nltk.metrics.association module¶
Provides scoring functions for a number of association measures through a
generic, abstract implementation in NgramAssocMeasures
, and n-specific
BigramAssocMeasures
and TrigramAssocMeasures
.
- nltk.metrics.association.NGRAM = 0¶
Marginals index for the ngram count
- nltk.metrics.association.UNIGRAMS = -2¶
Marginals index for a tuple of each unigram count
- nltk.metrics.association.TOTAL = -1¶
Marginals index for the number of words in the data
- class nltk.metrics.association.NgramAssocMeasures[source]¶
Bases:
object
An abstract class defining a collection of generic association measures. Each public method returns a score, taking the following arguments:
score_fn(count_of_ngram, (count_of_n-1gram_1, ..., count_of_n-1gram_j), (count_of_n-2gram_1, ..., count_of_n-2gram_k), ..., (count_of_1gram_1, ..., count_of_1gram_n), count_of_total_words)
See
BigramAssocMeasures
andTrigramAssocMeasures
Inheriting classes should define a property _n, and a method _contingency which calculates contingency values from marginals in order for all association measures defined here to be usable.
- classmethod student_t(*marginals)[source]¶
Scores ngrams using Student’s t test with independence hypothesis for unigrams, as in Manning and Schutze 5.3.1.
- classmethod chi_sq(*marginals)[source]¶
Scores ngrams using Pearson’s chi-square as in Manning and Schutze 5.3.3.
- static mi_like(*marginals, **kwargs)[source]¶
Scores ngrams using a variant of mutual information. The keyword argument power sets an exponent (default 3) for the numerator. No logarithm of the result is calculated.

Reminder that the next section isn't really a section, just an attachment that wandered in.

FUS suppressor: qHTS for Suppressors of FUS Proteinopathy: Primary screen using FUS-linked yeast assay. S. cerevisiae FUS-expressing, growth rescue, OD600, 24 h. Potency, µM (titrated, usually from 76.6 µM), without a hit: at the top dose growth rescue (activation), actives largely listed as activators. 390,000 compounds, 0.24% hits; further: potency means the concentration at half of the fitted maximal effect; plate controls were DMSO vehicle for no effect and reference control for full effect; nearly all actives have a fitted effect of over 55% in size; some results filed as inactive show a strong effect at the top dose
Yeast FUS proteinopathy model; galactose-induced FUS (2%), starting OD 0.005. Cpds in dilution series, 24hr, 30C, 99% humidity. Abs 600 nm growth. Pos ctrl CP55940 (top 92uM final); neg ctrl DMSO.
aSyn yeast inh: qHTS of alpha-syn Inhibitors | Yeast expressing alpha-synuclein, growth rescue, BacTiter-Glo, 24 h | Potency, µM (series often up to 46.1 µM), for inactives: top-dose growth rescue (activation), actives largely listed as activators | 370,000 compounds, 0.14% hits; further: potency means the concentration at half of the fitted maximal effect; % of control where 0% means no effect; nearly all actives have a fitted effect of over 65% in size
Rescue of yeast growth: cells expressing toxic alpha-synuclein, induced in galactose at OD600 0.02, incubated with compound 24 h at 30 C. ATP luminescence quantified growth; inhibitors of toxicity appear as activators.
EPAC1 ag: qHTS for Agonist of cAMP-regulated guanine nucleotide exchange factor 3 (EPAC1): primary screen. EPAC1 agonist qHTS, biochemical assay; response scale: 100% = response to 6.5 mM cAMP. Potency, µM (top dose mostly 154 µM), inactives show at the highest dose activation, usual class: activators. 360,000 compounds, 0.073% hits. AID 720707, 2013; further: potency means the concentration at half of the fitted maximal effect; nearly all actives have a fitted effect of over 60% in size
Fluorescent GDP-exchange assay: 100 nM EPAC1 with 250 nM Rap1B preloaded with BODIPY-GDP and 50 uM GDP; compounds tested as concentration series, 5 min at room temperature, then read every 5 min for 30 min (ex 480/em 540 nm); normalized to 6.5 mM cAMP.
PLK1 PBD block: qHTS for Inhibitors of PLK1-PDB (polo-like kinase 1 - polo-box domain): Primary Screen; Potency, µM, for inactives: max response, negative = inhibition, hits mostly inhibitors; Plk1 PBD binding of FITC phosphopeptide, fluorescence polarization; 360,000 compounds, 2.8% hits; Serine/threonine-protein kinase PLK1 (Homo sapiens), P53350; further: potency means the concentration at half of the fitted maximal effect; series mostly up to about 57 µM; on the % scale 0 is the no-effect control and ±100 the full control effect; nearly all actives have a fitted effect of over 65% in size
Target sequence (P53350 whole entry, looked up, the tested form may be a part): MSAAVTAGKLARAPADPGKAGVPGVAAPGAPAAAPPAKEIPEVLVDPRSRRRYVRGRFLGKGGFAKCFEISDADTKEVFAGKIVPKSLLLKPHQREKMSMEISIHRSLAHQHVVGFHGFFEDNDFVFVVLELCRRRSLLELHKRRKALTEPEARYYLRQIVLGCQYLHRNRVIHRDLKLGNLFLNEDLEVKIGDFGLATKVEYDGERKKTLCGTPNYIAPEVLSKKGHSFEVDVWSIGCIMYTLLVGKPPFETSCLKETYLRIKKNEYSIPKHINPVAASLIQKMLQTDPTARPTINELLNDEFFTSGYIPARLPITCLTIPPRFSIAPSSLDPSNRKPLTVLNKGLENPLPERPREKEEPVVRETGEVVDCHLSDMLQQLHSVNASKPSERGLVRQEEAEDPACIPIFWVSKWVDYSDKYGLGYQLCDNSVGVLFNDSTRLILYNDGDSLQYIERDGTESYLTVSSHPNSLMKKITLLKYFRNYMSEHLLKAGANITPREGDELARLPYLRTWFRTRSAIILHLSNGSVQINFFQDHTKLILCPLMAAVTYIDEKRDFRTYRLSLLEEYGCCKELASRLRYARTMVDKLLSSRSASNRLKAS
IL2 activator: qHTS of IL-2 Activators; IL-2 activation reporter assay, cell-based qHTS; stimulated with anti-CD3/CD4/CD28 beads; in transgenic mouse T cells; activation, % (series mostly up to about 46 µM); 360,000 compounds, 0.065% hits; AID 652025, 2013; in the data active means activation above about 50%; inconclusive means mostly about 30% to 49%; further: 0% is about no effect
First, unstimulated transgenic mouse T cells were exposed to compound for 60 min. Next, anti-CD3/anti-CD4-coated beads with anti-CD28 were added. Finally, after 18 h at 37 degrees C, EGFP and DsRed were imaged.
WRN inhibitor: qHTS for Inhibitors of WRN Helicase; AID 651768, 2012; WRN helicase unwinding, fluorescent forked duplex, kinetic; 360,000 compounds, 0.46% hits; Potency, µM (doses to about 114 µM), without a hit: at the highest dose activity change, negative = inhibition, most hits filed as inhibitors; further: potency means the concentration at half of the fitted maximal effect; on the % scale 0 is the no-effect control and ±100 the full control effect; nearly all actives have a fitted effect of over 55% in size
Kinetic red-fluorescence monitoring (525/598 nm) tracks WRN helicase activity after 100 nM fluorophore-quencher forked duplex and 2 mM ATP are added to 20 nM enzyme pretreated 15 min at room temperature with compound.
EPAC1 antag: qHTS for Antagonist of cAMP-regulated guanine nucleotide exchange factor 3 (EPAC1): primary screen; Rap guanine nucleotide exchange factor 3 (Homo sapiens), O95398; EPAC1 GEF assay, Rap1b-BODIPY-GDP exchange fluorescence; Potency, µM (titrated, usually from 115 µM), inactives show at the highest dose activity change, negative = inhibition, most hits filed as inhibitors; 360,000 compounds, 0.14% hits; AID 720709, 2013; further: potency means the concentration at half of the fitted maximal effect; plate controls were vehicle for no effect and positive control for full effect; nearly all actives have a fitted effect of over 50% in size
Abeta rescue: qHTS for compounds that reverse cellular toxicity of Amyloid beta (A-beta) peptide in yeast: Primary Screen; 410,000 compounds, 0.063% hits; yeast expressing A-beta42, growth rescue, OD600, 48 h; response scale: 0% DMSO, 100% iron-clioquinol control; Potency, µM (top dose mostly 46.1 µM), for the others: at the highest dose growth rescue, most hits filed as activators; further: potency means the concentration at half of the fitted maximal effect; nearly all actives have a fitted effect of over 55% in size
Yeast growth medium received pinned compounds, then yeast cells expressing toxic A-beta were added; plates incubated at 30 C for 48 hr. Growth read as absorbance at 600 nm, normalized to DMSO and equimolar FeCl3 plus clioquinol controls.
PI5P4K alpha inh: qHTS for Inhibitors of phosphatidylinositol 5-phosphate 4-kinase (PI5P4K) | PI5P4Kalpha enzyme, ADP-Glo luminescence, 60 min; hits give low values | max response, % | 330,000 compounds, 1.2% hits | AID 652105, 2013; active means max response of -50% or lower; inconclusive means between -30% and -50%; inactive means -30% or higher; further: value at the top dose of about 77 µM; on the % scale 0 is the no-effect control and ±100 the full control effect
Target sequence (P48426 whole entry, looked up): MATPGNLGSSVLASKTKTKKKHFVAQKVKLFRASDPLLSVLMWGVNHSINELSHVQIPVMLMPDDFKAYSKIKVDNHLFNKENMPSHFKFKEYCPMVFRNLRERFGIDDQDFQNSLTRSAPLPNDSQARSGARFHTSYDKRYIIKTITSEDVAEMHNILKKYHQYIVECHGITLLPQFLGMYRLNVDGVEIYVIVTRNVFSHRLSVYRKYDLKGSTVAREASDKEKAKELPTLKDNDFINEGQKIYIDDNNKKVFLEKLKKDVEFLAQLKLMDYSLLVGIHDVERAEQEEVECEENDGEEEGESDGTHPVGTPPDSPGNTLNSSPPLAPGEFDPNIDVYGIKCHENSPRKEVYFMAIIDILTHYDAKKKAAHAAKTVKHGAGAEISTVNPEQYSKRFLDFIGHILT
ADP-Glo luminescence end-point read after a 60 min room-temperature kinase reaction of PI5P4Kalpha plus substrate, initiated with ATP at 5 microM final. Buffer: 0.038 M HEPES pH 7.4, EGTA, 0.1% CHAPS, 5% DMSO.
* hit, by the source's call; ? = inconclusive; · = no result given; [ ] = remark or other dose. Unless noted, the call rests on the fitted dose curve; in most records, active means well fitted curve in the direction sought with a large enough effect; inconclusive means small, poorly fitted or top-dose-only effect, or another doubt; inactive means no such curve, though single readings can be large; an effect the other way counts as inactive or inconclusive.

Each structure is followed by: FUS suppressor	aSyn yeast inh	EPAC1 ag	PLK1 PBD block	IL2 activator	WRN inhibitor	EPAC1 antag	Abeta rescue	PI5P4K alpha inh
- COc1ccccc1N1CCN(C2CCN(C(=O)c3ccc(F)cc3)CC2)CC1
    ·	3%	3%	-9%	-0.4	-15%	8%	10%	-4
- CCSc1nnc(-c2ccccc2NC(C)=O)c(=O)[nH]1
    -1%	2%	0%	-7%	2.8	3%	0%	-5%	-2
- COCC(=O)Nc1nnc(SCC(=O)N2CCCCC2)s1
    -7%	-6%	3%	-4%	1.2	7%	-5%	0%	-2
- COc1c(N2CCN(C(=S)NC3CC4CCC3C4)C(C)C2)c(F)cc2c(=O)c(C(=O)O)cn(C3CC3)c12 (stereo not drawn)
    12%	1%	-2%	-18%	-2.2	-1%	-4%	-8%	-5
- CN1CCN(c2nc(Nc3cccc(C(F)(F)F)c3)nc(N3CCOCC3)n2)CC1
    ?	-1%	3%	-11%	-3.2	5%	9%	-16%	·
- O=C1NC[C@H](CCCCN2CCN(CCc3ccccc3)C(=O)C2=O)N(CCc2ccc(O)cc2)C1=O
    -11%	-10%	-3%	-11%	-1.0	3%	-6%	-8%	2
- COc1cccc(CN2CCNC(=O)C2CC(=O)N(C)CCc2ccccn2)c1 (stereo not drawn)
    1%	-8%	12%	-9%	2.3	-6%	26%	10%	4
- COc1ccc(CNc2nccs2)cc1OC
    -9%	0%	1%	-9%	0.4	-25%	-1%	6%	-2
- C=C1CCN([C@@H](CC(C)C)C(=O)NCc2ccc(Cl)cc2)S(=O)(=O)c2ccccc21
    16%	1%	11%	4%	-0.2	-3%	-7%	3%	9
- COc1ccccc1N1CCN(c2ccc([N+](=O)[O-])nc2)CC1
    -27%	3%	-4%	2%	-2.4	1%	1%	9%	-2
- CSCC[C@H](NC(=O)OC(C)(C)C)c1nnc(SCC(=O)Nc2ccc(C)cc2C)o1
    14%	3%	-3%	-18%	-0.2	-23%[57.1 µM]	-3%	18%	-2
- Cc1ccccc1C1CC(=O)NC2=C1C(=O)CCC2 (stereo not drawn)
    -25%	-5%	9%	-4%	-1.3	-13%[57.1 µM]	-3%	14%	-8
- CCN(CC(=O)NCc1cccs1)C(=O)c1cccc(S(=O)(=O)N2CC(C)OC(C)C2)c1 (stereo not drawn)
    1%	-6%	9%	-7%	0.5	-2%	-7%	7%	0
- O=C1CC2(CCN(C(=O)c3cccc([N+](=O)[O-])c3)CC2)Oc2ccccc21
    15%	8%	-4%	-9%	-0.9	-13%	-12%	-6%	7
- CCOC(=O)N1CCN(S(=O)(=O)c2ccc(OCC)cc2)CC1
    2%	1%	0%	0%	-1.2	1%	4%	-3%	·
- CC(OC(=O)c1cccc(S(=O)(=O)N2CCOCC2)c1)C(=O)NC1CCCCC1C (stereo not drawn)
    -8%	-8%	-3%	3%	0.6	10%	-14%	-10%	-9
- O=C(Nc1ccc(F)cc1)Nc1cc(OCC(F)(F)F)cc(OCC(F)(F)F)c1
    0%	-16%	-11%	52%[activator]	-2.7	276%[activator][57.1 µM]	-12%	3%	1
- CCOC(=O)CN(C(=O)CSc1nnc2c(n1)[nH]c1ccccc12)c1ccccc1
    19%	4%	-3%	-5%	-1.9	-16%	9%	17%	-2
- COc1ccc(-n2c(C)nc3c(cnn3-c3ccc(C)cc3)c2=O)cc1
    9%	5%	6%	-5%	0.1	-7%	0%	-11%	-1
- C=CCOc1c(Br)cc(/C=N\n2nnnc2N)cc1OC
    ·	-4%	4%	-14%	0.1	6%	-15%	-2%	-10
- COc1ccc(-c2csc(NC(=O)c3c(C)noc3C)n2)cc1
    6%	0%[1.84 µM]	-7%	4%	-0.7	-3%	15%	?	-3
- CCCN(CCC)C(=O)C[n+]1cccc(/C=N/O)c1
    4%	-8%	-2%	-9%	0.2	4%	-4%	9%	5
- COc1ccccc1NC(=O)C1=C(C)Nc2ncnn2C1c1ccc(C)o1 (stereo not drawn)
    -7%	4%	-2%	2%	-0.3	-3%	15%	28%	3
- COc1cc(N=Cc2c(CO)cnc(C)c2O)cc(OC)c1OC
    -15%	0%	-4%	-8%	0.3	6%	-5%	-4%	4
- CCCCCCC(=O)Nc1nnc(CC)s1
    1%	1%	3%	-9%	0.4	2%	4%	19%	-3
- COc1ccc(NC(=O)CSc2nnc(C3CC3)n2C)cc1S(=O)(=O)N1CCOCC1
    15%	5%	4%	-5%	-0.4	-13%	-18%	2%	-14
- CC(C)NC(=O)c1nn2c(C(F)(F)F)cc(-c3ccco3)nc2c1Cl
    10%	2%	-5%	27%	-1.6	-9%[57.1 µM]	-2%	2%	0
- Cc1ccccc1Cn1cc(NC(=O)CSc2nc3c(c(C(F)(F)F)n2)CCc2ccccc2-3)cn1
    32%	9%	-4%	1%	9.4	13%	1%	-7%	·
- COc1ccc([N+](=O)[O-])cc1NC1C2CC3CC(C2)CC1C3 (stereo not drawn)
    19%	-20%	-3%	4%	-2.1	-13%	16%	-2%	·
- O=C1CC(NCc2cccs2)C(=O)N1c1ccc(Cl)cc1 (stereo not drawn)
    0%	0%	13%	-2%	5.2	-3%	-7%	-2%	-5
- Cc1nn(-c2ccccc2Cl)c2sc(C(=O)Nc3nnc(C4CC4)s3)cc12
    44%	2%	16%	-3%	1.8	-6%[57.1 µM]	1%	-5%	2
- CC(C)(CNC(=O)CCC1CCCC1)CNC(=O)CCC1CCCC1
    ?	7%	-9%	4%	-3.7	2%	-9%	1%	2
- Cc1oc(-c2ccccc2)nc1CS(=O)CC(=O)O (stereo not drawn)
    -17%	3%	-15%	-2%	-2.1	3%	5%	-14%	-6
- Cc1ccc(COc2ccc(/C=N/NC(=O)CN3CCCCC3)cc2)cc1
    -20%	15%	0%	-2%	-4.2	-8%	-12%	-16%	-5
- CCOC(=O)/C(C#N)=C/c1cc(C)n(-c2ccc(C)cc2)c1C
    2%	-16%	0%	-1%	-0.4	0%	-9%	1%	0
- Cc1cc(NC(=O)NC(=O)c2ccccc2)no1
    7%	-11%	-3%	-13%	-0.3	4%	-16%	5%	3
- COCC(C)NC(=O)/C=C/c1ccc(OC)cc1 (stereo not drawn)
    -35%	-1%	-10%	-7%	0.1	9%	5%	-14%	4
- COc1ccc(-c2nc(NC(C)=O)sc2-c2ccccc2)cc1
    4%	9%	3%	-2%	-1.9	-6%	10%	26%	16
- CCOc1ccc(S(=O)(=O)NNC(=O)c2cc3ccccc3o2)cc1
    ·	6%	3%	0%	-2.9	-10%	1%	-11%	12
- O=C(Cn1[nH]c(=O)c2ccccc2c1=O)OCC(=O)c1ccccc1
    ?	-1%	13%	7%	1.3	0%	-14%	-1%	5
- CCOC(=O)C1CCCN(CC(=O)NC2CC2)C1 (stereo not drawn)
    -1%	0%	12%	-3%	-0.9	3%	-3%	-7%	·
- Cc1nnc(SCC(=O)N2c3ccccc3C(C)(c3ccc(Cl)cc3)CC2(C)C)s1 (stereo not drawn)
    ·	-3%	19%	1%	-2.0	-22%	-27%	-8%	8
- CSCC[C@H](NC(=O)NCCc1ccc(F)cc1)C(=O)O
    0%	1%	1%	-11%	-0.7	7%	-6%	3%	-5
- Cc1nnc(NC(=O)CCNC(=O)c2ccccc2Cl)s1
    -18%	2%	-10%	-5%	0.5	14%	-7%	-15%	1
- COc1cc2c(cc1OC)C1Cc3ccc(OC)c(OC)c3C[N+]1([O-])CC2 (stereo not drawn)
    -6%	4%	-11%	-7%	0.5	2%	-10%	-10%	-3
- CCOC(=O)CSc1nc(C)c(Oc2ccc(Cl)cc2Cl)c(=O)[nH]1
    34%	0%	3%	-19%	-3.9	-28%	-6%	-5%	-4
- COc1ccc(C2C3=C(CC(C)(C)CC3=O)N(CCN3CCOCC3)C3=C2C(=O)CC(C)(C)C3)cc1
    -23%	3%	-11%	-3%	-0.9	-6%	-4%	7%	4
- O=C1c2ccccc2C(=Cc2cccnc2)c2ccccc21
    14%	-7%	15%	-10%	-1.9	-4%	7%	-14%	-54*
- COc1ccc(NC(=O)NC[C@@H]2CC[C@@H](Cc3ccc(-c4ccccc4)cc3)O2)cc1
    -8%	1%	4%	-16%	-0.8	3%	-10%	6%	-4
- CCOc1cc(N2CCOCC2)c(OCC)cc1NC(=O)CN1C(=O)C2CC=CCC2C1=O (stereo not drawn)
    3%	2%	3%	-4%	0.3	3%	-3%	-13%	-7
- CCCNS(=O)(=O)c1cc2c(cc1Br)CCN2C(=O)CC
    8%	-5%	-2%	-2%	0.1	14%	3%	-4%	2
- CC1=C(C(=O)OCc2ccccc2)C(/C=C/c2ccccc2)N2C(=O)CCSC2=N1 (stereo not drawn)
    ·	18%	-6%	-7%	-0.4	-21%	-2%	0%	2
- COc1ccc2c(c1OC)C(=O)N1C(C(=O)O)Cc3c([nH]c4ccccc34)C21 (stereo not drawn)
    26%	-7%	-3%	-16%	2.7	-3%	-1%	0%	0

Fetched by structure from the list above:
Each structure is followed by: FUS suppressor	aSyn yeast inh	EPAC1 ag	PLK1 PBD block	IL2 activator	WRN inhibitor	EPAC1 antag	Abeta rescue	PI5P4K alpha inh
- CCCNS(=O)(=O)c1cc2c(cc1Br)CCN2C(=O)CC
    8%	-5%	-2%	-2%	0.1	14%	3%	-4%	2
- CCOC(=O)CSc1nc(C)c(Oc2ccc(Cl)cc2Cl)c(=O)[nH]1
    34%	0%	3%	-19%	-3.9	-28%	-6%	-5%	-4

- classmethod pmi(*marginals)[source]¶
Scores ngrams by pointwise mutual information, as in Manning and Schutze 5.4.
- class nltk.metrics.association.BigramAssocMeasures[source]¶
Bases:
nltk.metrics.association.NgramAssocMeasures
A collection of bigram association measures. Each association measure is provided as a function with three arguments:
bigram_score_fn(n_ii, (n_ix, n_xi), n_xx)
The arguments constitute the marginals of a contingency table, counting the occurrences of particular events in a corpus. The letter i in the suffix refers to the appearance of the word in question, while x indicates the appearance of any word. Thus, for example:
n_ii counts
(w1, w2)
, i.e. the bigram being scoredn_ix counts
(w1, *)
n_xi counts
(*, w2)
n_xx counts
(*, *)
, i.e. any bigram
This may be shown with respect to a contingency table:
w1 ~w1 ------ ------ w2 | n_ii | n_oi | = n_xi ------ ------ ~w2 | n_io | n_oo | ------ ------ = n_ix TOTAL = n_xx
- classmethod phi_sq(*marginals)[source]¶
Scores bigrams using phi-square, the square of the Pearson correlation coefficient.
- classmethod chi_sq(n_ii, n_ix_xi_tuple, n_xx)[source]¶
Scores bigrams using chi-square, i.e. phi-sq multiplied by the number of bigrams, as in Manning and Schutze 5.3.3.
- class nltk.metrics.association.TrigramAssocMeasures[source]¶
Bases:
nltk.metrics.association.NgramAssocMeasures
A collection of trigram association measures. Each association measure is provided as a function with four arguments:
trigram_score_fn(n_iii, (n_iix, n_ixi, n_xii), (n_ixx, n_xix, n_xxi), n_xxx)
The arguments constitute the marginals of a contingency table, counting the occurrences of particular events in a corpus. The letter i in the suffix refers to the appearance of the word in question, while x indicates the appearance of any word. Thus, for example:
n_iii counts
(w1, w2, w3)
, i.e. the trigram being scoredn_ixx counts
(w1, *, *)
n_xxx counts
(*, *, *)
, i.e. any trigram
- class nltk.metrics.association.QuadgramAssocMeasures[source]¶
Bases:
nltk.metrics.association.NgramAssocMeasures
A collection of quadgram association measures. Each association measure is provided as a function with five arguments:
trigram_score_fn(n_iiii, (n_iiix, n_iixi, n_ixii, n_xiii), (n_iixx, n_ixix, n_ixxi, n_xixi, n_xxii, n_xiix), (n_ixxx, n_xixx, n_xxix, n_xxxi), n_all)
The arguments constitute the marginals of a contingency table, counting the occurrences of particular events in a corpus. The letter i in the suffix refers to the appearance of the word in question, while x indicates the appearance of any word. Thus, for example:
n_iiii counts
(w1, w2, w3, w4)
, i.e. the quadgram being scoredn_ixxi counts
(w1, *, *, w4)
n_xxxx counts
(*, *, *, *)
, i.e. any quadgram